First a disclaimer: the inspiration and thinking behind this post are not mine. Instead, the credit goes to Maya Menon, of the Teacher Foundation in Bangalore, who spoke to my TGC group about the paradoxes of India. She raised many interesting points that are worth sharing and I've tried to find some of my pictures to better illustrate the paradoxes.
The two pictures above were taken in Delhi about a block apart from each other. The first is the lobby of the hotel that our group of teachers was staying in and the second is of two men carrying a small clothes dresser down the sidewalk next to a small slum area. While there is extreme wealth, there is also extreme poverty, and I often observed the two almost side-by-side throughout India. In this case, the posh hotel and ramshackle slum share the same street in the capital city.
The picture on the left should be instantly recognizable as the Taj Majal, one of the most well-known structures in the world. The other picture is a roadside trash pile in Delhi that spills onto the sidewalk. This contrast between beauty and ugliness is another of India's paradoxes. The country has both man-made beauty (such as the Taj Majal) and physical beauty in abundance, and yet there seems to little interest in keeping public areas clean. I saw lots of litter, pollution, as well as public urination throughout my trip.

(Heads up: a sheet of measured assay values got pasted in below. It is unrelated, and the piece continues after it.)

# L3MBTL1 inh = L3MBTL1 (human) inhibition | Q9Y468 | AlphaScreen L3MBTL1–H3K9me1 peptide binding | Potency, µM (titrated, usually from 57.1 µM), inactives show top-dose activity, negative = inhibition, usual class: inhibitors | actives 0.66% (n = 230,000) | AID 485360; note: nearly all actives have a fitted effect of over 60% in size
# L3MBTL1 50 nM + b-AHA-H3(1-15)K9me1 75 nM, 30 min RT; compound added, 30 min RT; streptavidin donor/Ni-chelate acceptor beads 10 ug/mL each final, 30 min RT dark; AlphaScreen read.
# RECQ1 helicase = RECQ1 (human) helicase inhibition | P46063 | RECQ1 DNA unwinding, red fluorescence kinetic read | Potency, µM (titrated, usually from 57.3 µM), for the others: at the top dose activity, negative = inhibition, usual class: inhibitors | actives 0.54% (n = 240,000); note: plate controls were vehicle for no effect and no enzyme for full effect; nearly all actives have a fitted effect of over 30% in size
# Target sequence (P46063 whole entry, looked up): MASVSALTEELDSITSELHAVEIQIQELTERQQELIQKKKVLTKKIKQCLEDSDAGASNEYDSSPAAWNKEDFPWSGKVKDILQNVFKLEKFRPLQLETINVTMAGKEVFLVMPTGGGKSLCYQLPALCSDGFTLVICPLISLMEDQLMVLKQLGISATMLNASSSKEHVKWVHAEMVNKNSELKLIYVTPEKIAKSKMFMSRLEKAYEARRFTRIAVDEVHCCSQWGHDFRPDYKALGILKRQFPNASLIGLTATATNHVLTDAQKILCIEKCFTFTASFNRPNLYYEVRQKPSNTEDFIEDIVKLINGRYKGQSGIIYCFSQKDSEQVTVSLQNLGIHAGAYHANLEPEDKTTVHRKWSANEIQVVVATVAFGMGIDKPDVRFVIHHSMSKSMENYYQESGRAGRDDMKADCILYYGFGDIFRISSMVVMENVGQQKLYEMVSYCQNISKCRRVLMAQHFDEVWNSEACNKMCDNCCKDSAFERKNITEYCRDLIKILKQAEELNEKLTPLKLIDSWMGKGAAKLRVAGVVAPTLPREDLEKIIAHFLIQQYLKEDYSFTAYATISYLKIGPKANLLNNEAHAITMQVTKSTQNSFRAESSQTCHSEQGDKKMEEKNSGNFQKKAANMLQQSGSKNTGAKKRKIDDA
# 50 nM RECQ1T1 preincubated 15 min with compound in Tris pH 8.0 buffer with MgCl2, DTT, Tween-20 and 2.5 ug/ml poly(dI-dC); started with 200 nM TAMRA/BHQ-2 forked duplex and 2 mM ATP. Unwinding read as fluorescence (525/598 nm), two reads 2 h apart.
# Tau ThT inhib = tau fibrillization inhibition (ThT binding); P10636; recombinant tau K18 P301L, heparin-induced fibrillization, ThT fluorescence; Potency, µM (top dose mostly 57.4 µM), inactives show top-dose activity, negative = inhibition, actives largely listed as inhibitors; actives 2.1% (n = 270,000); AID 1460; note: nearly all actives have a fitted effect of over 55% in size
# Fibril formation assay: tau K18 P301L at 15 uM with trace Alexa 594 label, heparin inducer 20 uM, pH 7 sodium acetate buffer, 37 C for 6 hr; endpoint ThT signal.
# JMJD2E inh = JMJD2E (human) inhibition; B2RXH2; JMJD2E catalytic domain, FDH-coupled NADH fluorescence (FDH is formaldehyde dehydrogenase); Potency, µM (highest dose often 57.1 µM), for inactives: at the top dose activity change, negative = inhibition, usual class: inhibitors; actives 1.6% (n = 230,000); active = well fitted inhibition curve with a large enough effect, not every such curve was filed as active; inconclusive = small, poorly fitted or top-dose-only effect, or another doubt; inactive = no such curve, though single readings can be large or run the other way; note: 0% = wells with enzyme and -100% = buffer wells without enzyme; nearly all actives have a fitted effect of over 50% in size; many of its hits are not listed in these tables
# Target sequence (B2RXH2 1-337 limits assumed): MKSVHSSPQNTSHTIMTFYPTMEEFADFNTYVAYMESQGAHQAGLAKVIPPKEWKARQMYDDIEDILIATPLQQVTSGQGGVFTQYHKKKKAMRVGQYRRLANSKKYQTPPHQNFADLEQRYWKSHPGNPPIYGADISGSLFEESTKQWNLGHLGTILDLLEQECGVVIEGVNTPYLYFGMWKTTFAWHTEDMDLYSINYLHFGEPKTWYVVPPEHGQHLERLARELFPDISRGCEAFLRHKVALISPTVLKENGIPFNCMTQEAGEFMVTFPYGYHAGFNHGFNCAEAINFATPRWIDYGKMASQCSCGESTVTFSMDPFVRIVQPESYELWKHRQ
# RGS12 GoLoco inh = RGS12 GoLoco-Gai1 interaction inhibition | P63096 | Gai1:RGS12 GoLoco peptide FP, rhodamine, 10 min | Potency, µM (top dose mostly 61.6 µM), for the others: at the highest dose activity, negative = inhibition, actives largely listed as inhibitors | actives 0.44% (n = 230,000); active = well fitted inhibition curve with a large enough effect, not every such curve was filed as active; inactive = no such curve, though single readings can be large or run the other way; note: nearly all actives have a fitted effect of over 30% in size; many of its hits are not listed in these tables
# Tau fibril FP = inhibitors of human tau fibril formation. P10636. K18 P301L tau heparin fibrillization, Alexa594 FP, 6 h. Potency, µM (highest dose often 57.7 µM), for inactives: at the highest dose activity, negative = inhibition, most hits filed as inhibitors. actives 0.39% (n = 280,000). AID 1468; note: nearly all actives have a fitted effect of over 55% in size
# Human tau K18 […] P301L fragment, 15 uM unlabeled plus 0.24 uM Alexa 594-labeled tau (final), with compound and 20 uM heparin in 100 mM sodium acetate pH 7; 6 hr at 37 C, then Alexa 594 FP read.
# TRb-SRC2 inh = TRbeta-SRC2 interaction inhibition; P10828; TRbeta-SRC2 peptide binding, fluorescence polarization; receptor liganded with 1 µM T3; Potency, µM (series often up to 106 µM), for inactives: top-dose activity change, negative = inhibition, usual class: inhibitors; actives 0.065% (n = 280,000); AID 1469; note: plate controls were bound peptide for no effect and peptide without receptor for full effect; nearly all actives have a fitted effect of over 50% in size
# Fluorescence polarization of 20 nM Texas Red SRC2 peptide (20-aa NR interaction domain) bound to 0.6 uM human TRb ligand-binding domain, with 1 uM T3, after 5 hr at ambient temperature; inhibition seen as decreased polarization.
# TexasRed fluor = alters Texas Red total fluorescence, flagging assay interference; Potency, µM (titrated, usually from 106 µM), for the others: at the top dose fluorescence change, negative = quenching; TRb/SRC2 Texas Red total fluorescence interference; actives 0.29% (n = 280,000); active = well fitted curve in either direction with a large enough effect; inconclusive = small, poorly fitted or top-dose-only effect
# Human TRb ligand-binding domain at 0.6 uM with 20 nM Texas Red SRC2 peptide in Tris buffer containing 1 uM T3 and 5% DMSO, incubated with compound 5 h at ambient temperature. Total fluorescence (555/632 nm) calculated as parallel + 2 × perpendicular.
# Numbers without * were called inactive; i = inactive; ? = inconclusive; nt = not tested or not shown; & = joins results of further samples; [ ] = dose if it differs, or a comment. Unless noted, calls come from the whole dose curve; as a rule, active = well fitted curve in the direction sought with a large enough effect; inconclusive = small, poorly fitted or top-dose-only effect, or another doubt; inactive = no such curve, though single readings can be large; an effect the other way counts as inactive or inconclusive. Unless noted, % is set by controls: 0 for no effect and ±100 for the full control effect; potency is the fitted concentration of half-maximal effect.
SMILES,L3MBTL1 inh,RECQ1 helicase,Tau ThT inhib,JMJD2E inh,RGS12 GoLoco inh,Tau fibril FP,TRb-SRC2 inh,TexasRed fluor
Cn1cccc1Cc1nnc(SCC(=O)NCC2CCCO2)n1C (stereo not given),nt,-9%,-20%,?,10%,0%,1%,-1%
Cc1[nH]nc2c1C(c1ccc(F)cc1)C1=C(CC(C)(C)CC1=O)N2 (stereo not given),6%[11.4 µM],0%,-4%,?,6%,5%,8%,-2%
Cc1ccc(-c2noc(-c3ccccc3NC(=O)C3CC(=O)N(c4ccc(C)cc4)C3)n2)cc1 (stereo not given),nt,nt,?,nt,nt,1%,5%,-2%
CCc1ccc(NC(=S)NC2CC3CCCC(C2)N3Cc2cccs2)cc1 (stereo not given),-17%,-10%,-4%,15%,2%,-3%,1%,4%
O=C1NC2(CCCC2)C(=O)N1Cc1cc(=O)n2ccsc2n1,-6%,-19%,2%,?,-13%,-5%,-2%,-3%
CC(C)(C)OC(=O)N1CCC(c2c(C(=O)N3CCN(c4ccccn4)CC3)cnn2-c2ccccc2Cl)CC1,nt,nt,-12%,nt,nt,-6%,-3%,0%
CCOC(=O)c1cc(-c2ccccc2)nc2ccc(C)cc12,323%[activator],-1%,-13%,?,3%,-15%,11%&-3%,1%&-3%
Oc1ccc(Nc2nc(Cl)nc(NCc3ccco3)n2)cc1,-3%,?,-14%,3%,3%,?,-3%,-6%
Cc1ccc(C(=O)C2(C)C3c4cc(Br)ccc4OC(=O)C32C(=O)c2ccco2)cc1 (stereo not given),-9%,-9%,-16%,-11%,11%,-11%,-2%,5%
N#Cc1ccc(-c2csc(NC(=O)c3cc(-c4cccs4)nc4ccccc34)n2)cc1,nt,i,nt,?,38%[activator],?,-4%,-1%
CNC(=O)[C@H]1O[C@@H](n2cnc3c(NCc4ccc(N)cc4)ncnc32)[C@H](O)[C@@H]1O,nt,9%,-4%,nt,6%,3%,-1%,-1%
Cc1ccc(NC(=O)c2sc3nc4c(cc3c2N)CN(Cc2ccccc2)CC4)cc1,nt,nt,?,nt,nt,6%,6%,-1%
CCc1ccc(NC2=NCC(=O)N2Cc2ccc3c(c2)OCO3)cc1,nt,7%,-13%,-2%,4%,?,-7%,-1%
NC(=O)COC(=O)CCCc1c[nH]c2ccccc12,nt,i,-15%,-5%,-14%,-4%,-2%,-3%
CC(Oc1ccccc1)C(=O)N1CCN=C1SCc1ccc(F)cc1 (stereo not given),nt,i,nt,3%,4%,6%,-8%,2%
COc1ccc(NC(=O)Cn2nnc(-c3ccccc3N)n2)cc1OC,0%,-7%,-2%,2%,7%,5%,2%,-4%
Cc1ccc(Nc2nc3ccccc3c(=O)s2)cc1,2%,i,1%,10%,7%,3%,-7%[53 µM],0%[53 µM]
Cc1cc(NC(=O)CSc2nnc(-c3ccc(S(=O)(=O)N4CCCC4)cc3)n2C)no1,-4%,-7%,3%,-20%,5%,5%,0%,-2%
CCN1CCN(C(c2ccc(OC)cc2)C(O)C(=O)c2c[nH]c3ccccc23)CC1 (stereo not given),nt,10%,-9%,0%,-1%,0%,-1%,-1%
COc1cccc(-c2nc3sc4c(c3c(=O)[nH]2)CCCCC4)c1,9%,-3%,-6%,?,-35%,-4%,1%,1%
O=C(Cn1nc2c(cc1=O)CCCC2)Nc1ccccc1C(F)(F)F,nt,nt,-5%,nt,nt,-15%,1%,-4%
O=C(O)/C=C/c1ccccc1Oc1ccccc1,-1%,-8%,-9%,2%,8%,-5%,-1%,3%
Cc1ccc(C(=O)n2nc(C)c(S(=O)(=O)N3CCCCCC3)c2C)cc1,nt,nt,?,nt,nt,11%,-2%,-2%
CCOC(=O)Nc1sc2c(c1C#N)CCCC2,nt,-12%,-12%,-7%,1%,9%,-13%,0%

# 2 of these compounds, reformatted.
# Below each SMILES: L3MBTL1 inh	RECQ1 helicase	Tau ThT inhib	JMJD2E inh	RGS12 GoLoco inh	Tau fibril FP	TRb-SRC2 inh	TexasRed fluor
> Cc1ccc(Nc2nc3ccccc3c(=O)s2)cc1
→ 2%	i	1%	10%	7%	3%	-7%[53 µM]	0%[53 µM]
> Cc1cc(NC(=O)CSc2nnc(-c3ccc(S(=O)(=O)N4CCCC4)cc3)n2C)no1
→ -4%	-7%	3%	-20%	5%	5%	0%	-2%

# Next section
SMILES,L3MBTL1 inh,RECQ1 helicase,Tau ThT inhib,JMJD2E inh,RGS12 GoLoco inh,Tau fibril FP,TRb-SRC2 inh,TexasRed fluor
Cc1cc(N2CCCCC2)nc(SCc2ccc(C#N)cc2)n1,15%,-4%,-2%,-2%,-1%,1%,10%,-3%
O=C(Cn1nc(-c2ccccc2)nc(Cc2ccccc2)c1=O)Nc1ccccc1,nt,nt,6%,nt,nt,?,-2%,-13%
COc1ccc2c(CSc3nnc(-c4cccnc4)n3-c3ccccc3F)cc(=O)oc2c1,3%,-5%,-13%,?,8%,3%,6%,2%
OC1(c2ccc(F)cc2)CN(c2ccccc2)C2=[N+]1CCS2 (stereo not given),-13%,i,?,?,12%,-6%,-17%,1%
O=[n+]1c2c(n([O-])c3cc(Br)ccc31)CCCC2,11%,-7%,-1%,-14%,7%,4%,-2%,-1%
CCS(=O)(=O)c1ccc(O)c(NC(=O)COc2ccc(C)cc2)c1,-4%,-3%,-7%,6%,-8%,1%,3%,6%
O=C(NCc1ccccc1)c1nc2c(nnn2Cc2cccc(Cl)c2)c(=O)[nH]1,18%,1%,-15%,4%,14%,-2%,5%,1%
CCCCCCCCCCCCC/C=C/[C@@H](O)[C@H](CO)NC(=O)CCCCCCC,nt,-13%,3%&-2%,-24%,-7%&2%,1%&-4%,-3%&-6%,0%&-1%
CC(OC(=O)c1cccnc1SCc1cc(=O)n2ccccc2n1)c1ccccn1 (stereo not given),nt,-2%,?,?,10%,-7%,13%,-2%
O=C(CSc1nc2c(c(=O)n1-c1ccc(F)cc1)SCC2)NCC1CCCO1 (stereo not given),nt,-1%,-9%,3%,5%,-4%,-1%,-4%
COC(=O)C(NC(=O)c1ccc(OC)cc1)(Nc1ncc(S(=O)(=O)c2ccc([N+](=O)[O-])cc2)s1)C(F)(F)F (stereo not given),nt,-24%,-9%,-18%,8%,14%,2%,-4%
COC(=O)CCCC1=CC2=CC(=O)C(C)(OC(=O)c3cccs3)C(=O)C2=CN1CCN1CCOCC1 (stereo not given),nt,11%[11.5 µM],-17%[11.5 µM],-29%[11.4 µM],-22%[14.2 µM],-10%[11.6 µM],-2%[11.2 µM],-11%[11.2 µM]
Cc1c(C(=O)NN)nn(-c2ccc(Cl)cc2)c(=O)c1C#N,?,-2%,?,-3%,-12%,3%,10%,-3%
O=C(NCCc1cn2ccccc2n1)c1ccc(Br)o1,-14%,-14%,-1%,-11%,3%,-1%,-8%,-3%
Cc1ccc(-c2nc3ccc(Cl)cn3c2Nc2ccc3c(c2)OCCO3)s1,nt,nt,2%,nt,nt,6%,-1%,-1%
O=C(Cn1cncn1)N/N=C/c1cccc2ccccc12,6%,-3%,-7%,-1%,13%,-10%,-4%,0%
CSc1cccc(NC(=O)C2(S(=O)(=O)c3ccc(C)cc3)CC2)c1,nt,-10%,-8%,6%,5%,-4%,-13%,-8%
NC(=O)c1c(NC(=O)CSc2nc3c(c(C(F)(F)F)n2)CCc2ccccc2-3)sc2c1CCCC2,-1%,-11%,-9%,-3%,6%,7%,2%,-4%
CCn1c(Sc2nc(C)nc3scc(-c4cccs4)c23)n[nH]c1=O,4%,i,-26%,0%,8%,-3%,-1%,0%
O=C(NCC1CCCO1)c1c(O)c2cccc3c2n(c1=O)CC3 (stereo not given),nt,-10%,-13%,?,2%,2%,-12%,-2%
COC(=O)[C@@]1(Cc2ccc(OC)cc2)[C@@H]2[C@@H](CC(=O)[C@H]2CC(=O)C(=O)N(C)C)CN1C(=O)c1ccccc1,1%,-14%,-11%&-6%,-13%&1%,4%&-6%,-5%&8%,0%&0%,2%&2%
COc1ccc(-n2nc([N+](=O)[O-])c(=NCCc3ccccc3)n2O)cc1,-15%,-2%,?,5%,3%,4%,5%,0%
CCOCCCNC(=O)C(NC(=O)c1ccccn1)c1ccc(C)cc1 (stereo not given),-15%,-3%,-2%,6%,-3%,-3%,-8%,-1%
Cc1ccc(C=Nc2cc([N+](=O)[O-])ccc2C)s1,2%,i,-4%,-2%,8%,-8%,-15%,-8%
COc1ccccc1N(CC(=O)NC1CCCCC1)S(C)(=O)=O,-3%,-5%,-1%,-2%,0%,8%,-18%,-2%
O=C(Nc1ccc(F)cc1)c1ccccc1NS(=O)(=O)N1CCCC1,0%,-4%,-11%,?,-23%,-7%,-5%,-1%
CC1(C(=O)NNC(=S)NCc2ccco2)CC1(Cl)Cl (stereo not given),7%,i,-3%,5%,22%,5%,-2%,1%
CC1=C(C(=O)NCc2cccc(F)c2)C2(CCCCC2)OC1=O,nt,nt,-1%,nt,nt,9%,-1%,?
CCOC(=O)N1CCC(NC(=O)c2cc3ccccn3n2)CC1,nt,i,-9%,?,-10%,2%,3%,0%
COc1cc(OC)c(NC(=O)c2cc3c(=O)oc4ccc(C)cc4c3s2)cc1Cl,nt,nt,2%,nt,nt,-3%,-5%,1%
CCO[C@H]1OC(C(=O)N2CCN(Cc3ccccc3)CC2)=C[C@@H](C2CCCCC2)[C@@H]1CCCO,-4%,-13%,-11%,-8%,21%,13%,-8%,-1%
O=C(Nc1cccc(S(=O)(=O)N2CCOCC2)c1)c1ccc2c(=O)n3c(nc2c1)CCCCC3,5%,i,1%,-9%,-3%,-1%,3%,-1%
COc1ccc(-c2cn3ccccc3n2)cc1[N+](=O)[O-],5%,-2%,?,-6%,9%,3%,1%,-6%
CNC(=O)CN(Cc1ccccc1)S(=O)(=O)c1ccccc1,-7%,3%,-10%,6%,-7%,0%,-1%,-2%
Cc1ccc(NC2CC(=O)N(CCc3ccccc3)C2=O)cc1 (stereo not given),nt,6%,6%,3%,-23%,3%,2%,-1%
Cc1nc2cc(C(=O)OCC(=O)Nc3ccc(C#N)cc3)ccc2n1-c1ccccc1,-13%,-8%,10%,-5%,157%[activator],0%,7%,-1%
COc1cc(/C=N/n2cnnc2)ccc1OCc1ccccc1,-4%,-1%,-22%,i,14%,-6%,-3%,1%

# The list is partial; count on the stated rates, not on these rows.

India has 1.2 billion people, and in less than 15 years it will likely be the world's most populous country. The vast size of the cities and the cacophony of noise are likely to shock any Vermonter visiting for the first time. Despite the enormous population there are still places, such as areas in the Western Ghats between the states of Kerala and Tamil Nadu, that still retain natural beauty.
The picture on the left is a small cluster of shelters underneath the Delhi Metro. There is one child in the picture next to a man in what might be called an open kitchen. That child is unlikely to receive the same educational opportunities as the girls in the picture on the right at the Kendriya Vidyalaya Malapurram School. They have parents who could afford the expense of sending their children to this school. They attend a school with decent resources, SmartBoards and a computer labs, for example. It is a school that seeks to enhance learning through teacher exchanges; our host teacher had taught in Ohio for 5 months in 2014. It is a school that conducts instruction in three languages (Malayalam, Hindi, and English). Finally, it has a good track record at sending students to post-secondary education. All of these things help to ensure these girls will be able to succeed in the world once they are finished with school. What education awaits the child on the left?
India has a track record of producing outstanding students who shine even when measured on the world stage. India produces some brilliant students, but it also offers little opportunity to those who do not have the means to access it. India has 450 million students under the age of 18 (that's larger than the entire population of the United States) and they do not all have equal access to education, yet.